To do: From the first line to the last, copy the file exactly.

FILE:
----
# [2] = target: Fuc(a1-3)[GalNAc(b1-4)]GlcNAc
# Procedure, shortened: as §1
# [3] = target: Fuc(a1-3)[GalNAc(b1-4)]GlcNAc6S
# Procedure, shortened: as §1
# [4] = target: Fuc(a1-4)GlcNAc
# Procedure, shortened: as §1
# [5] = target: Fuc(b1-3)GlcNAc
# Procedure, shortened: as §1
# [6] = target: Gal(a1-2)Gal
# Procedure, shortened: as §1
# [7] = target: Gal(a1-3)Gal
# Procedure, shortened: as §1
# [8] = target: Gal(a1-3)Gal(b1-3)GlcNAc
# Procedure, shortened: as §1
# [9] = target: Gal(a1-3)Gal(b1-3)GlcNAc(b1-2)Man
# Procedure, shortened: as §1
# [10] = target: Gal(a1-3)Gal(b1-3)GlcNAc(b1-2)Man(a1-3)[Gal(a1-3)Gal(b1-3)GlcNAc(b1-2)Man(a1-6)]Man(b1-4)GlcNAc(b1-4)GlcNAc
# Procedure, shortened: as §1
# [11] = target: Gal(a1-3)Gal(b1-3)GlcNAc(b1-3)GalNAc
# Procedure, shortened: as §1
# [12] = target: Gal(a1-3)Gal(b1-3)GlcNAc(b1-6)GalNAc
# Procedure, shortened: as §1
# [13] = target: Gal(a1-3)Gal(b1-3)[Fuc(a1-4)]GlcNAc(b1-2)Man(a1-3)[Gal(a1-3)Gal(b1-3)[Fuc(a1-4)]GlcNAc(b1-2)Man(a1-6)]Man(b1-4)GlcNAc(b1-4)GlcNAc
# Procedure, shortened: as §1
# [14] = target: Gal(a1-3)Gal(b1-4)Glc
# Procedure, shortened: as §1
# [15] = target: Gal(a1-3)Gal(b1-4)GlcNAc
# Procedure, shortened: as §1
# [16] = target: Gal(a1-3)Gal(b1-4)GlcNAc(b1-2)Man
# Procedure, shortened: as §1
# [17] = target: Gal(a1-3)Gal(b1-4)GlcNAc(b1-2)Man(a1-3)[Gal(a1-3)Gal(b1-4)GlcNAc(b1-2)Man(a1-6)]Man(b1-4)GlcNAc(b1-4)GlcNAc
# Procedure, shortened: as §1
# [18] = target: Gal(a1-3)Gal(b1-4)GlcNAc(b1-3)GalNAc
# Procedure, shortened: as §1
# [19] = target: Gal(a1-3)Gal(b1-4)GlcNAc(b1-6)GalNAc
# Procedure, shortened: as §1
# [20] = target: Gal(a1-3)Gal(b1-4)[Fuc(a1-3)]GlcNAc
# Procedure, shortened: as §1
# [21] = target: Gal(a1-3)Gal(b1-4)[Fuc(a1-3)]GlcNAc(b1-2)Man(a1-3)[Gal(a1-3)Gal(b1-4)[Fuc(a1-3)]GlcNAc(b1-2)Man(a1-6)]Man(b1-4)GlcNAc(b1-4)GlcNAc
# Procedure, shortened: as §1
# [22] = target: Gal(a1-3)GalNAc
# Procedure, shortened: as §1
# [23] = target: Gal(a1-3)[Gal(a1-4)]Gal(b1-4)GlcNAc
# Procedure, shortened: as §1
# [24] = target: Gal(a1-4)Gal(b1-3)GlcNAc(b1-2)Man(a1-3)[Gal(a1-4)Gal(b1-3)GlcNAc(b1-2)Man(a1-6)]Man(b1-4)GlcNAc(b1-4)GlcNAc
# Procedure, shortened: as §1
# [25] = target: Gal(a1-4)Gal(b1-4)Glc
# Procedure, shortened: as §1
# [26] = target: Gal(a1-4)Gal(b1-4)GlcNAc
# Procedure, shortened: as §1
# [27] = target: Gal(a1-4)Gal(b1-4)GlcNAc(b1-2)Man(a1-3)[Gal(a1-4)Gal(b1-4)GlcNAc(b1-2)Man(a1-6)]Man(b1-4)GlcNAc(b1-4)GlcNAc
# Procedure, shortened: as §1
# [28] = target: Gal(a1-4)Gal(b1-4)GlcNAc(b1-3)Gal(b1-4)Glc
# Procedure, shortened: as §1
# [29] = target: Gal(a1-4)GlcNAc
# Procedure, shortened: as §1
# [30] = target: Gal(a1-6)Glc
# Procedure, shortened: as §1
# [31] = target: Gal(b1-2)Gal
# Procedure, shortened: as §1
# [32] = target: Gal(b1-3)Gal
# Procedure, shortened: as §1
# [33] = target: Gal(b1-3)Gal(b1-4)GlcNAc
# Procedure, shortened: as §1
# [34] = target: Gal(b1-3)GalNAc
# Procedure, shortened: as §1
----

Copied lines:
# [2] = target: Fuc(a1-3)[GalNAc(b1-4)]GlcNAc
# Procedure, shortened: as §1
# [3] = target: Fuc(a1-3)[GalNAc(b1-4)]GlcNAc6S
# Procedure, shortened: as §1
# [4] = target: Fuc(a1-4)GlcNAc
# Procedure, shortened: as §1
# [5] = target: Fuc(b1-3)GlcNAc
# Procedure, shortened: as §1
# [6] = target: Gal(a1-2)Gal
# Procedure, shortened: as §1
# [7] = target: Gal(a1-3)Gal
# Procedure, shortened: as §1
# [8] = target: Gal(a1-3)Gal(b1-3)GlcNAc
# Procedure, shortened: as §1
# [9] = target: Gal(a1-3)Gal(b1-3)GlcNAc(b1-2)Man
# Procedure, shortened: as §1
# [10] = target: Gal(a1-3)Gal(b1-3)GlcNAc(b1-2)Man(a1-3)[Gal(a1-3)Gal(b1-3)GlcNAc(b1-2)Man(a1-6)]Man(b1-4)GlcNAc(b1-4)GlcNAc
# Procedure, shortened: as §1
# [11] = target: Gal(a1-3)Gal(b1-3)GlcNAc(b1-3)GalNAc
# Procedure, shortened: as §1
# [12] = target: Gal(a1-3)Gal(b1-3)GlcNAc(b1-6)GalNAc
# Procedure, shortened: as §1
# [13] = target: Gal(a1-3)Gal(b1-3)[Fuc(a1-4)]GlcNAc(b1-2)Man(a1-3)[Gal(a1-3)Gal(b1-3)[Fuc(a1-4)]GlcNAc(b1-2)Man(a1-6)]Man(b1-4)GlcNAc(b1-4)GlcNAc
# Procedure, shortened: as §1
# [14] = target: Gal(a1-3)Gal(b1-4)Glc
# Procedure, shortened: as §1
# [15] = target: Gal(a1-3)Gal(b1-4)GlcNAc
# Procedure, shortened: as §1
# [16] = target: Gal(a1-3)Gal(b1-4)GlcNAc(b1-2)Man
# Procedure, shortened: as §1
# [17] = target: Gal(a1-3)Gal(b1-4)GlcNAc(b1-2)Man(a1-3)[Gal(a1-3)Gal(b1-4)GlcNAc(b1-2)Man(a1-6)]Man(b1-4)GlcNAc(b1-4)GlcNAc
# Procedure, shortened: as §1
# [18] = target: Gal(a1-3)Gal(b1-4)GlcNAc(b1-3)GalNAc
# Procedure, shortened: as §1
# [19] = target: Gal(a1-3)Gal(b1-4)GlcNAc(b1-6)GalNAc
# Procedure, shortened: as §1
# [20] = target: Gal(a1-3)Gal(b1-4)[Fuc(a1-3)]GlcNAc
# Procedure, shortened: as §1
# [21] = target: Gal(a1-3)Gal(b1-4)[Fuc(a1-3)]GlcNAc(b1-2)Man(a1-3)[Gal(a1-3)Gal(b1-4)[Fuc(a1-3)]GlcNAc(b1-2)Man(a1-6)]Man(b1-4)GlcNAc(b1-4)GlcNAc
# Procedure, shortened: as §1
# [22] = target: Gal(a1-3)GalNAc
# Procedure, shortened: as §1
# [23] = target: Gal(a1-3)[Gal(a1-4)]Gal(b1-4)GlcNAc
# Procedure, shortened: as §1
# [24] = target: Gal(a1-4)Gal(b1-3)GlcNAc(b1-2)Man(a1-3)[Gal(a1-4)Gal(b1-3)GlcNAc(b1-2)Man(a1-6)]Man(b1-4)GlcNAc(b1-4)GlcNAc
# Procedure, shortened: as §1
# [25] = target: Gal(a1-4)Gal(b1-4)Glc
# Procedure, shortened: as §1
# [26] = target: Gal(a1-4)Gal(b1-4)GlcNAc
# Procedure, shortened: as §1
# [27] = target: Gal(a1-4)Gal(b1-4)GlcNAc(b1-2)Man(a1-3)[Gal(a1-4)Gal(b1-4)GlcNAc(b1-2)Man(a1-6)]Man(b1-4)GlcNAc(b1-4)GlcNAc
# Procedure, shortened: as §1
# [28] = target: Gal(a1-4)Gal(b1-4)GlcNAc(b1-3)Gal(b1-4)Glc
# Procedure, shortened: as §1
# [29] = target: Gal(a1-4)GlcNAc
# Procedure, shortened: as §1
# [30] = target: Gal(a1-6)Glc
# Procedure, shortened: as §1
# [31] = target: Gal(b1-2)Gal
# Procedure, shortened: as §1
# [32] = target: Gal(b1-3)Gal
# Procedure, shortened: as §1
# [33] = target: Gal(b1-3)Gal(b1-4)GlcNAc
# Procedure, shortened: as §1
# [34] = target: Gal(b1-3)GalNAc
# Procedure, shortened: as §1